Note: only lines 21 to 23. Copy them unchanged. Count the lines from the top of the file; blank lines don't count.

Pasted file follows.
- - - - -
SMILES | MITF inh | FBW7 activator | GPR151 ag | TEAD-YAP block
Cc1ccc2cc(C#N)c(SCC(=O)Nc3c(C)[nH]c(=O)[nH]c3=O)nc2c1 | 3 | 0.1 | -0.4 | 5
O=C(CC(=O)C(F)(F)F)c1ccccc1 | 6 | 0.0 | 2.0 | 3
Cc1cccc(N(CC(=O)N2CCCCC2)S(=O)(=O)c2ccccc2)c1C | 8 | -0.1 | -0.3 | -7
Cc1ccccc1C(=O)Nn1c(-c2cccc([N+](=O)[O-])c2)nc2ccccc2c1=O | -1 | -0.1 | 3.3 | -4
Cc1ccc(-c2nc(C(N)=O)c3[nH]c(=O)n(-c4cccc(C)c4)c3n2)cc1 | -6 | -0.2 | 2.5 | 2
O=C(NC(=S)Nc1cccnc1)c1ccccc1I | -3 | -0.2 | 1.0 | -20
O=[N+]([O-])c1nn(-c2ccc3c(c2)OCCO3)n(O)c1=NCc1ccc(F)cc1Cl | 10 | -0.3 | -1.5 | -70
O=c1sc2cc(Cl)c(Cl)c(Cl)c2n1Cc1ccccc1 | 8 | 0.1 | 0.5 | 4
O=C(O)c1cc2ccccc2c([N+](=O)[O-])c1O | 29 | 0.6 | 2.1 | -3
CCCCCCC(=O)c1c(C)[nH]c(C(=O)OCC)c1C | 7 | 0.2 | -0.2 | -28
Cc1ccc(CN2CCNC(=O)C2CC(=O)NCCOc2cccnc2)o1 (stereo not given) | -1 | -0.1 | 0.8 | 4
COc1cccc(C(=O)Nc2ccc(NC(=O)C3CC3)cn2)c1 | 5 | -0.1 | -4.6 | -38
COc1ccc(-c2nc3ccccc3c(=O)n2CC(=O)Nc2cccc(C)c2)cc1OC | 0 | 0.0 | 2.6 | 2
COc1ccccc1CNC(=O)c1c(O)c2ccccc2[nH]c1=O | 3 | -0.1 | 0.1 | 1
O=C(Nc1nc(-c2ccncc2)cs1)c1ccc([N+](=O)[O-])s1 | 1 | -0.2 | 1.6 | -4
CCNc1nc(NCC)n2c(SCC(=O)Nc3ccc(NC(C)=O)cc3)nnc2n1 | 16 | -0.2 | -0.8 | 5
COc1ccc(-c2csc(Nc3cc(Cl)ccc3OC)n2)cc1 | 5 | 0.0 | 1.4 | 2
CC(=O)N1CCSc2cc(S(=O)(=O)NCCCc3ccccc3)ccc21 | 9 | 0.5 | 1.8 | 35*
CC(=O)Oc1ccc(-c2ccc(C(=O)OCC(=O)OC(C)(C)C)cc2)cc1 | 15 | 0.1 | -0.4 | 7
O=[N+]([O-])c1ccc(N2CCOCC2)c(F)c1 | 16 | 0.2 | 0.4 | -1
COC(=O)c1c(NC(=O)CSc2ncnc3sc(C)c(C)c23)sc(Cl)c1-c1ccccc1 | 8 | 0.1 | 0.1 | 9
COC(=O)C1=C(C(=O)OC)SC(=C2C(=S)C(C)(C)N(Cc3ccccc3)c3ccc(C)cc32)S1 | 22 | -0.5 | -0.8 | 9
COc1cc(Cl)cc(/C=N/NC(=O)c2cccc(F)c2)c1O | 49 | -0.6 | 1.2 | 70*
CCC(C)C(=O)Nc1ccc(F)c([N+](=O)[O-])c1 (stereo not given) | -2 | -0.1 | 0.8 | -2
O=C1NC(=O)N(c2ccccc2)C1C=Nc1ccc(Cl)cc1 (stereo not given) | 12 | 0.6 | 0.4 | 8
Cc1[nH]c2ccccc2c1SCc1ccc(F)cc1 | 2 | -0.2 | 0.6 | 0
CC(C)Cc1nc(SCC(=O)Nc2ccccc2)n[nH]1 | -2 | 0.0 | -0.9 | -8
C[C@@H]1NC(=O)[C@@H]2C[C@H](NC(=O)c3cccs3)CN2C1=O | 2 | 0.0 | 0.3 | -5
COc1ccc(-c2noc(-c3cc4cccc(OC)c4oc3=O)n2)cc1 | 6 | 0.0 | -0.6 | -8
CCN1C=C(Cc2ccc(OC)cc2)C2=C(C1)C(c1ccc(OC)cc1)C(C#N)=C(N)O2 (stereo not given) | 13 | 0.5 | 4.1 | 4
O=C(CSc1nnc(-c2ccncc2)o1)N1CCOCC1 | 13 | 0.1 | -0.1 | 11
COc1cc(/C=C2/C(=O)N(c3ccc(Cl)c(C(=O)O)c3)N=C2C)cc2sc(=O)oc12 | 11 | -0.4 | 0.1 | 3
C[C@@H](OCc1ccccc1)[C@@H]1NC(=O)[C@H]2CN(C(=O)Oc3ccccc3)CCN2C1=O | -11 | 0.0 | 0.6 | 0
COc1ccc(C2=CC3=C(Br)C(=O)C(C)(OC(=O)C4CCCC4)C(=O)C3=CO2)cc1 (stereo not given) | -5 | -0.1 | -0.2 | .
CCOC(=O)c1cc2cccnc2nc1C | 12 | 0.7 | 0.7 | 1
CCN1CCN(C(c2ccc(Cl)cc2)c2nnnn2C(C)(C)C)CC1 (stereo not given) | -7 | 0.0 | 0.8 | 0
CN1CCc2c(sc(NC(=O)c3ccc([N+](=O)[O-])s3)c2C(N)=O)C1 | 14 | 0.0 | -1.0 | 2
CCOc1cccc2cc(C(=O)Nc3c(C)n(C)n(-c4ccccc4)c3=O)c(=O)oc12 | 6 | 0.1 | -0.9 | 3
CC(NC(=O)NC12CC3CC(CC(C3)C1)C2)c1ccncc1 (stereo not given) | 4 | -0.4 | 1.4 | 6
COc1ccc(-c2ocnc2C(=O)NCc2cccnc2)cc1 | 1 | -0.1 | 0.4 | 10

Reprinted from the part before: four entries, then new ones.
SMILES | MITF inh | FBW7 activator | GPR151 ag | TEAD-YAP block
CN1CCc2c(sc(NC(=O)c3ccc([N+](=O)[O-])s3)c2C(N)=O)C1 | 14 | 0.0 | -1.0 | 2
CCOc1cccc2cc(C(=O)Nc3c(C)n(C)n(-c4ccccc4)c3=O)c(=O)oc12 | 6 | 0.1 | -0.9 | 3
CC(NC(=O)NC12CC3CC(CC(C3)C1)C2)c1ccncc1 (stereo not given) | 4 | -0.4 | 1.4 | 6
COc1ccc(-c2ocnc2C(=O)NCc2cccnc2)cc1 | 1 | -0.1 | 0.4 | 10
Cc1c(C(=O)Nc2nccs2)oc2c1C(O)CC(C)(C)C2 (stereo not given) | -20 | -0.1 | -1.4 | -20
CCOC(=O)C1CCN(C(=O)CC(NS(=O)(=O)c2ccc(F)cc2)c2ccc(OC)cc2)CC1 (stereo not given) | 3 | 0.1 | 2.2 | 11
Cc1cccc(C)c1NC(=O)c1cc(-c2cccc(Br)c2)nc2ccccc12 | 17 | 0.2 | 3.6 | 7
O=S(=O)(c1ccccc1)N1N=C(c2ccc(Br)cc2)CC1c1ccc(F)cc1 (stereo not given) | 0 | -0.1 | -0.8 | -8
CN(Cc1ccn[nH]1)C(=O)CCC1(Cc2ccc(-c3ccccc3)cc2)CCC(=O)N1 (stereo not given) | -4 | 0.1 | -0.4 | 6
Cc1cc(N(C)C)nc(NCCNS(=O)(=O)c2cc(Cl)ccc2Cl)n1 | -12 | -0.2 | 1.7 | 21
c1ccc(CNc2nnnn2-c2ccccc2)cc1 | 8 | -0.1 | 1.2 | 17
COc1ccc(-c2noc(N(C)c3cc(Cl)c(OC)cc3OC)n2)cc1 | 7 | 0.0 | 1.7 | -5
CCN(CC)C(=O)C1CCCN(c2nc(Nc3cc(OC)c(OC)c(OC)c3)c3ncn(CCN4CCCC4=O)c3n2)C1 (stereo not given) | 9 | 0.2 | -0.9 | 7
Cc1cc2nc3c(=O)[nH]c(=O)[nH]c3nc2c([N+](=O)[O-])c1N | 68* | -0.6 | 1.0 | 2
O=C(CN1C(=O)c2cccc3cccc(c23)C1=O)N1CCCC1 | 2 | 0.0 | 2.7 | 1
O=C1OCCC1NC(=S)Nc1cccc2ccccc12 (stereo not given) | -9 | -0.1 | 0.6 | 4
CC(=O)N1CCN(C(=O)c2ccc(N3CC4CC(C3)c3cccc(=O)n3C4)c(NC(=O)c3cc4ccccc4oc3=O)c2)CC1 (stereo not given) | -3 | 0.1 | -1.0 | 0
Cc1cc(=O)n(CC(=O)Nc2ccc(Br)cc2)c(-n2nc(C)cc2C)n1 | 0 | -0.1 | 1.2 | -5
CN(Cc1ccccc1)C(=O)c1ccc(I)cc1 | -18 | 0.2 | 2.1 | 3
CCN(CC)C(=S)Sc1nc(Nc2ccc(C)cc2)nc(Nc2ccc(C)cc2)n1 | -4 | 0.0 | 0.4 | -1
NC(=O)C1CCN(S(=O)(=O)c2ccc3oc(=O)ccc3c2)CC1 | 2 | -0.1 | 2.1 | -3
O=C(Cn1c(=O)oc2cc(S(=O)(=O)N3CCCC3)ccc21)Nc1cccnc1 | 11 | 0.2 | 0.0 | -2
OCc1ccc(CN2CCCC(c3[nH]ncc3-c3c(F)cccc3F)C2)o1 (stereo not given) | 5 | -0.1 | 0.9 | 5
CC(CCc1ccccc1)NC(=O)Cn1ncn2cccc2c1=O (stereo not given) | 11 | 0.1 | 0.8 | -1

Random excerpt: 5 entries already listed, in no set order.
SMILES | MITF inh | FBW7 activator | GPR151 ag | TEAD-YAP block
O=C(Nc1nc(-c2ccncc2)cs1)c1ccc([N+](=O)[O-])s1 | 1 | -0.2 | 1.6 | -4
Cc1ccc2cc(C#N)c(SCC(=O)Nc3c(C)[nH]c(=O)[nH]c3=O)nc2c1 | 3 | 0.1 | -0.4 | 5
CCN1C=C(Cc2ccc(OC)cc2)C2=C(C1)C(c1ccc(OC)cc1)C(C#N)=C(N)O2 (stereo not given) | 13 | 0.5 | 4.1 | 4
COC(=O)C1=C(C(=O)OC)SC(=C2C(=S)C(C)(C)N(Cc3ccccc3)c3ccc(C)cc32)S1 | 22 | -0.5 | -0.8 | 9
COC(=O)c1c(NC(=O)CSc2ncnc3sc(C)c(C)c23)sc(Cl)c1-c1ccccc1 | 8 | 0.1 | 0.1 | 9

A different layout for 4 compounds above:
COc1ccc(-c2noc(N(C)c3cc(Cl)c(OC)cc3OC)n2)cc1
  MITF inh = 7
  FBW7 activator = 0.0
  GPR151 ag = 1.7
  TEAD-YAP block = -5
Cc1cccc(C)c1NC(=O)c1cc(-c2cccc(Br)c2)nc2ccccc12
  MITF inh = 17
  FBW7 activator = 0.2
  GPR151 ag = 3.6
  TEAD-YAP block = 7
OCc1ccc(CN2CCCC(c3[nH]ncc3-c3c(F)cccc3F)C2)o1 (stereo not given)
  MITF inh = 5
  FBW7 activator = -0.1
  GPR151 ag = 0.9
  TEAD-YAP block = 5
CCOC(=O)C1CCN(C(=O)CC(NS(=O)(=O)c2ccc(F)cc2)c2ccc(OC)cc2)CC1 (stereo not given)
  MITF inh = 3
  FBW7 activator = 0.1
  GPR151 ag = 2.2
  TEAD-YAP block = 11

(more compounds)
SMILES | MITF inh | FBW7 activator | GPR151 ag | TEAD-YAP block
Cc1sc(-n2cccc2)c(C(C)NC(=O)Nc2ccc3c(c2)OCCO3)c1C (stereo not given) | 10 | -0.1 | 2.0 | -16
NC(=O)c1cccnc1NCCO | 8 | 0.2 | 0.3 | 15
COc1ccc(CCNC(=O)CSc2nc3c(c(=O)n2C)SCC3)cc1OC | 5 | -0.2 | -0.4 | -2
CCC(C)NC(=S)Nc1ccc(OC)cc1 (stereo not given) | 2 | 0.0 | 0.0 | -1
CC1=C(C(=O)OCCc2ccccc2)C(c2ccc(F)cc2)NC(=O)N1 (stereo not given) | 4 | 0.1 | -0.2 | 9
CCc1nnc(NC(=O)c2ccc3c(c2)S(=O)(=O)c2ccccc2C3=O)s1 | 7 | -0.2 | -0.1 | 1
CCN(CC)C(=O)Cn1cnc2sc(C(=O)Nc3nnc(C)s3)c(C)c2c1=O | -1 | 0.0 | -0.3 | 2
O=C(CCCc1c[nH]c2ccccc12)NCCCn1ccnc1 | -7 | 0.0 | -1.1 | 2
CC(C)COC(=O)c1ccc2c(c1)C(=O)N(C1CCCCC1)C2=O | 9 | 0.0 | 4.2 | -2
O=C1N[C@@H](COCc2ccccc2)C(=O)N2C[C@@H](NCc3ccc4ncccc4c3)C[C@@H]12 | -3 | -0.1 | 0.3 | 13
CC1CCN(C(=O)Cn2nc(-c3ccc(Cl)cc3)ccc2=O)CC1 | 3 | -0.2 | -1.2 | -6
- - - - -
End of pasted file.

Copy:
O=[N+]([O-])c1ccc(N2CCOCC2)c(F)c1 | 16 | 0.2 | 0.4 | -1
COC(=O)c1c(NC(=O)CSc2ncnc3sc(C)c(C)c23)sc(Cl)c1-c1ccccc1 | 8 | 0.1 | 0.1 | 9
COC(=O)C1=C(C(=O)OC)SC(=C2C(=S)C(C)(C)N(Cc3ccccc3)c3ccc(C)cc32)S1 | 22 | -0.5 | -0.8 | 9